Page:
Uganda 2015 (Part 2)

This is the continuation of the Uganda trip report. The first part with events of days 1 – 6 is on a separate post.

Day 7: Queen Elizabeth National Park – Craters

Chimp

After leaving the Queen Elizabeth National Park we drove to Kyambura Gorge, a 150 m deep narrow valley with thick rain forrest. Approaching it from the flat savanna like surroundings seems rather uneventful until the earth opens up and reveals this deep chasm. This is where a group of Chimpanzees live that we tracked. Although, tracking is a bit of a misnomer in this case. Our guide did set up an impressive speed to try to find the chimps. Loaded down with photo gear we struggled along the hot humid rain forrest until we found them. It was worth it, though. While the gorillas are massive and impressive that way, the chimpanzees are impressive by their “humanness”. And we were lucky to get a fairly large group with infants.

After the hike we drove on to the Craters campsite nearby. The campsite gets its name from the many volcanic explosion craters in the area. Even though we were pretty much done from the chimp hike, we decided to hike up the Grasshopper Hill with a local guide. It was a great walk through the fields and with the guide explaining how the different vegetables and fruits are being grown by the locals. The great views from the top more than made up for our fatigue.

Day 8: Craters – Ruwenzori Mountains – Fort Portal

That day did not work out for me at all. I ate something wrong or the boot camp style chimp hike did me in. Either way, I was not a happy camper. Fortunately, this day was mostly just a long drive. We did stop at a village near the Rwenzori mountains and walked for about 1 hr along the road. The mountains themselves are snow covered at the highest peaks, but we since it was overcast we did not get to see that.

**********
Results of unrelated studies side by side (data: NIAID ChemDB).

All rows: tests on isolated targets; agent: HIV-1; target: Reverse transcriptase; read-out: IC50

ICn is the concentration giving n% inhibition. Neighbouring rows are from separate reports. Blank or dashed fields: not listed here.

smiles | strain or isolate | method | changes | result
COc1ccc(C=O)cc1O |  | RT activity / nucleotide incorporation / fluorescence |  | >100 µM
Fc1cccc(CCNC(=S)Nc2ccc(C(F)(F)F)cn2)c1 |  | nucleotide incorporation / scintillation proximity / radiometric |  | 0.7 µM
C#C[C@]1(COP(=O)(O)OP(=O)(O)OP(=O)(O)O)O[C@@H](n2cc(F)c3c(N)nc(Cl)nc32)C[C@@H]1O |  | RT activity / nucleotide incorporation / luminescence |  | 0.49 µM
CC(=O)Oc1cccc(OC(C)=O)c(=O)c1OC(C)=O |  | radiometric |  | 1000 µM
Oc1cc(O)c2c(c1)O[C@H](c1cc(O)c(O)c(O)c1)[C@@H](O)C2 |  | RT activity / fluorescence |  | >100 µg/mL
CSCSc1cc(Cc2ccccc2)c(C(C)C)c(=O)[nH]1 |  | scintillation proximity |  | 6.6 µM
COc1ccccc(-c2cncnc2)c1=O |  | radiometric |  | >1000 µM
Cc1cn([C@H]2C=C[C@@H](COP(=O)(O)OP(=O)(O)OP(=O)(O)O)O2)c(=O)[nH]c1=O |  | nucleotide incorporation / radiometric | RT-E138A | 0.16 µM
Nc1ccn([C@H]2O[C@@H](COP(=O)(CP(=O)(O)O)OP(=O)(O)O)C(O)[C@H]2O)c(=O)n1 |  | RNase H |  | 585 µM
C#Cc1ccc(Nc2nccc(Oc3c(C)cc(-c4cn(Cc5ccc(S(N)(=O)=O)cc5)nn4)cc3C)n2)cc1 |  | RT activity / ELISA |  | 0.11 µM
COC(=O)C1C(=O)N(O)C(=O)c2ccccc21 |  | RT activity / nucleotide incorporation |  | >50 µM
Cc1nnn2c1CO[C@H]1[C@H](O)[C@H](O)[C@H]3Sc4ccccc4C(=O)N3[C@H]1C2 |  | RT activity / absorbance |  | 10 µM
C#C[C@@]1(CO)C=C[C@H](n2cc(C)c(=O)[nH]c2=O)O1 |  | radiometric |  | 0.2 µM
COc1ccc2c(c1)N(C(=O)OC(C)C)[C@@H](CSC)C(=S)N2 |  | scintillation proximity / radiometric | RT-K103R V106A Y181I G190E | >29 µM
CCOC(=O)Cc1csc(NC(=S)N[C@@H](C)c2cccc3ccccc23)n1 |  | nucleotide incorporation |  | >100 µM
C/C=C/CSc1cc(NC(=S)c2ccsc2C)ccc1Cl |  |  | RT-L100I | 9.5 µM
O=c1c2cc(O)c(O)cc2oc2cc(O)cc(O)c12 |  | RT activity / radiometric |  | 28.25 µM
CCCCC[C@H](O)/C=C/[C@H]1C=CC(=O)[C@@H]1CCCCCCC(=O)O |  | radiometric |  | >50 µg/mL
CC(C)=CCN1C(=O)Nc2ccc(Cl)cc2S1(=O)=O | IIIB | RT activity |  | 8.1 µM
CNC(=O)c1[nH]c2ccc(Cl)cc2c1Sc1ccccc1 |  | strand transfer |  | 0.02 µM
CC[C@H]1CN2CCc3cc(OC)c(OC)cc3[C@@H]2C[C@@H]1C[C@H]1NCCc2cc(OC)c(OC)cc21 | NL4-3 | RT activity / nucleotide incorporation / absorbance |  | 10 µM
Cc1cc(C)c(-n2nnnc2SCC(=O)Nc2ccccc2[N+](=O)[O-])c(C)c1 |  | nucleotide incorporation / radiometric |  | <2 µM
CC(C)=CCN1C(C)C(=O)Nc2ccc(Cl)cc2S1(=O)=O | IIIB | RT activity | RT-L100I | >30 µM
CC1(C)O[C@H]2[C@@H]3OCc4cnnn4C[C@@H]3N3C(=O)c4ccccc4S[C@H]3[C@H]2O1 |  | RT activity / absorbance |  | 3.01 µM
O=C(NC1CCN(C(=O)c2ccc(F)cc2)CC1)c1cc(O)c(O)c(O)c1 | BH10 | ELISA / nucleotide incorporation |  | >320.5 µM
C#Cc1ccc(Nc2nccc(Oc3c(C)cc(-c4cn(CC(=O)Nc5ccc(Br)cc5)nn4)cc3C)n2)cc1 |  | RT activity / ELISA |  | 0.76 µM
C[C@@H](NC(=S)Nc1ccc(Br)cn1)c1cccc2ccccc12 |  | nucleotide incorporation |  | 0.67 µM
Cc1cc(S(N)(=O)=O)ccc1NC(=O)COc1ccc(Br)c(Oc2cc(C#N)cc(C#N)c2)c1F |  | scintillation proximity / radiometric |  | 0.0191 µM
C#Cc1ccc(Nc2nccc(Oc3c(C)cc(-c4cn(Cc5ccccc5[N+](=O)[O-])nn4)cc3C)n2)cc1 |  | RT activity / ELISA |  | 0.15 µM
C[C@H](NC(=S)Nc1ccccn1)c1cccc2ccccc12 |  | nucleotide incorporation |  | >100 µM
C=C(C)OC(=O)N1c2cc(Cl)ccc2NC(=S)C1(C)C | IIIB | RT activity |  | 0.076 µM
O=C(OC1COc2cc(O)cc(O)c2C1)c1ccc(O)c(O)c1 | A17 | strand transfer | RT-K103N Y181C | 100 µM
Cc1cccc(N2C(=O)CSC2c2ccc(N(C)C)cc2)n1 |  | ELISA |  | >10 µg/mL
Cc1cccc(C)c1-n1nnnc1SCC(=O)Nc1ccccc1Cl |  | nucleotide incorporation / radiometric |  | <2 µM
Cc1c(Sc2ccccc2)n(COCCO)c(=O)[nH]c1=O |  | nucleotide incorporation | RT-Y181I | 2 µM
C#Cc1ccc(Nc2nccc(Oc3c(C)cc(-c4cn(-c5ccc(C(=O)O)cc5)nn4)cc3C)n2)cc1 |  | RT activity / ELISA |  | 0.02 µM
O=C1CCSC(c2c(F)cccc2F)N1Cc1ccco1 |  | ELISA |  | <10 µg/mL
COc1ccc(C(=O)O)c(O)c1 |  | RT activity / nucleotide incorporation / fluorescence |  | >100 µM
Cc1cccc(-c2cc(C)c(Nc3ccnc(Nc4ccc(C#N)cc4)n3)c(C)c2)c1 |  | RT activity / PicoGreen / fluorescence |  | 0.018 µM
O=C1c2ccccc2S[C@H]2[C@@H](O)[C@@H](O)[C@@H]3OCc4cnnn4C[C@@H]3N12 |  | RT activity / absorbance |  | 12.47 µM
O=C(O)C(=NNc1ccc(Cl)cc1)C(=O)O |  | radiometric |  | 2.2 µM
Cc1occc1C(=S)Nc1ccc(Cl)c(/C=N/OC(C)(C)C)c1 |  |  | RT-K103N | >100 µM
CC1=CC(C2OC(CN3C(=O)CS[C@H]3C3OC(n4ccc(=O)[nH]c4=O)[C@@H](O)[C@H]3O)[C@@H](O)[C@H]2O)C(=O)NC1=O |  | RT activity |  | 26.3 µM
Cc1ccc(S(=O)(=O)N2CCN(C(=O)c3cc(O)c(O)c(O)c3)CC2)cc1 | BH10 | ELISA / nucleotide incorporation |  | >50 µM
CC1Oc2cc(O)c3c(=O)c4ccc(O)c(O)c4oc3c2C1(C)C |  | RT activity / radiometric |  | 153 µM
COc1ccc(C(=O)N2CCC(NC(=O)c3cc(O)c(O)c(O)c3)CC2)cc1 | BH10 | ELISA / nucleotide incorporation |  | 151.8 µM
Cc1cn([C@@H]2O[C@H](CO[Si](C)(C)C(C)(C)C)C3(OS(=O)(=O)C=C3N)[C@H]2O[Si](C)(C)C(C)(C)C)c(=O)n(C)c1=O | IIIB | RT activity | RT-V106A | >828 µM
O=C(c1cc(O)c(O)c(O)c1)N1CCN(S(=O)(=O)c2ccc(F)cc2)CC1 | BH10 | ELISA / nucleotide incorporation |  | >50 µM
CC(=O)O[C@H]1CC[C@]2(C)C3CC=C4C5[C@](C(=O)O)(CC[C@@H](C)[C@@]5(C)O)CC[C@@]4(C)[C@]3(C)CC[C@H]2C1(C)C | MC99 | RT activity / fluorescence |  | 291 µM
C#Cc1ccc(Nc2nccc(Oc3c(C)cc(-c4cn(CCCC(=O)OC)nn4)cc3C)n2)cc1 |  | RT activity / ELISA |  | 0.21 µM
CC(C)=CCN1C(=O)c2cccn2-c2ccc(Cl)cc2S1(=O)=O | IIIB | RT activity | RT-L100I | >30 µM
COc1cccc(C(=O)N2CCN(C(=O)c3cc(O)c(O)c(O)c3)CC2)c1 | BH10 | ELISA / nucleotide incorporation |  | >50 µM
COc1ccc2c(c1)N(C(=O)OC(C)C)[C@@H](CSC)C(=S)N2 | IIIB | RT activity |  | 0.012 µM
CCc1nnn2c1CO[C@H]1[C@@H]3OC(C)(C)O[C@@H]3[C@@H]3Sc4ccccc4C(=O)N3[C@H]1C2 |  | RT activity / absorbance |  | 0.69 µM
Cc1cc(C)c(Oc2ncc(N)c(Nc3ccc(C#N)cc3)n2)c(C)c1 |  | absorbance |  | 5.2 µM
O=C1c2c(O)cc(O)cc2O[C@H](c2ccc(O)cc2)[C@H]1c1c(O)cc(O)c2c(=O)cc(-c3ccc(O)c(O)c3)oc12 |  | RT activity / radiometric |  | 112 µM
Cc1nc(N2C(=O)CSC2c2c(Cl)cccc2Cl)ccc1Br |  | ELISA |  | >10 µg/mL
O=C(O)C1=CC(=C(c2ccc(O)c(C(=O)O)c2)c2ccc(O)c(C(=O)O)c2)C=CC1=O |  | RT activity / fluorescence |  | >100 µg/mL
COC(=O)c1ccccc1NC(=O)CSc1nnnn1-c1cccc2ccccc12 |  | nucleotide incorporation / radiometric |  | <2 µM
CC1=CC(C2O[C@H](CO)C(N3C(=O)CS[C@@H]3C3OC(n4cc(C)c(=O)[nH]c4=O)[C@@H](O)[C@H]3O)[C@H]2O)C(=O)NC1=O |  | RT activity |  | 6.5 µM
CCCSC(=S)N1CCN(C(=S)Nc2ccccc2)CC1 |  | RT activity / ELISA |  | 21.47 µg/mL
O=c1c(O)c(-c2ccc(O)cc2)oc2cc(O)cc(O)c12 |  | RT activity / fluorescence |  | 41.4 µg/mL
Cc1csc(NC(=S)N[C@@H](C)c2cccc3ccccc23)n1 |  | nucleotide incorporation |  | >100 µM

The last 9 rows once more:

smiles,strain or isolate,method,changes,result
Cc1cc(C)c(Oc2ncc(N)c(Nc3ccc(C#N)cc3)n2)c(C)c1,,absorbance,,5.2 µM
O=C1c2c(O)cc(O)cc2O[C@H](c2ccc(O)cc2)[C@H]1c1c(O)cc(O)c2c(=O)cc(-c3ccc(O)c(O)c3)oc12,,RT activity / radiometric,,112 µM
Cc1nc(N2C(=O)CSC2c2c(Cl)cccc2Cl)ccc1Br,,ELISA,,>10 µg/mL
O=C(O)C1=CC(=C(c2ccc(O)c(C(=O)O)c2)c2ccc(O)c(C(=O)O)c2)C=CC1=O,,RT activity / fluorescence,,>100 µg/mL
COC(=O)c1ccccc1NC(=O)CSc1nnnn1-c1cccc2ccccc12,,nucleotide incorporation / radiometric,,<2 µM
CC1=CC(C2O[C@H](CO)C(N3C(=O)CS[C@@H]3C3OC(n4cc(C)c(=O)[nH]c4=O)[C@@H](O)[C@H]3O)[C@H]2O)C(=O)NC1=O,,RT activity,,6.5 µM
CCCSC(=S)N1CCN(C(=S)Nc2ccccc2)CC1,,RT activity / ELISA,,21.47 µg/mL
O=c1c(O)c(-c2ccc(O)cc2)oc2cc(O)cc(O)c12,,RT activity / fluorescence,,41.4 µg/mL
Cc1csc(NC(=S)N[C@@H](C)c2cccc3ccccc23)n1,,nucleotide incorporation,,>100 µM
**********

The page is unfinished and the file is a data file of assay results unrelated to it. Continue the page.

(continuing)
Along the way we crossed the Equator for the second time and took the effort to take the tourist group photo we missed the first time around. Our resupply stop a bit later reaffirmed that we were the main attraction to the kids around. The day ended at the Kluge guest farm. It is a great place run by a German ex-pat. Nice pool to relax and very nice food. We then went to bed to a our first real rainy day.

Day 9: Fort Portal – Budongo Forrest

The most excellent ginger pumpkin soup at Kluge’s did wonders and whatever ailed me was gone. That said, we were in for another long day on the road to reach the Budongo Forrest south of the Murchison Falls National Park. We arrived a bit too late to hire a ranger for a forrest walk, unfortunately. So we resorted to take a short walk along the main road in hopes to some animals. Besides the ubiquitous amount of baboons, we had an equally generous number of giant spiders on trees. The photos do not do them justice. Their bodies were about 2 inches long with plenty of baby spiders to boot.

Day 10: Budongo Forrest – Murchinson Falls National Park

This day was African safari at its best. The day started with a visit to Murchinson Falls where the Vitoria Nile falls ferociously through a 10 m gorge. It looks fairly tame on the photos, however it was everything but. A little way downstream the Nile forms a wide slow moving river and we took the ferry to the other side. Remarkably the landscape completely changes on the north side of the Nile. While the south side is essentially a lush rain forrest, the north side is dry african savanna with temperatures to prove it. It was quite uncomfortable.

After setting up camp, we spend the rest of the day with a long leisurely game drive. There were just too many animals to count, but amongst the most memorable were huge herds of giraffes and elephants. Finally, we had almost given up hope, we had a lioness up and close. Words cannot really describe the majestic landscape and the photos barely come close.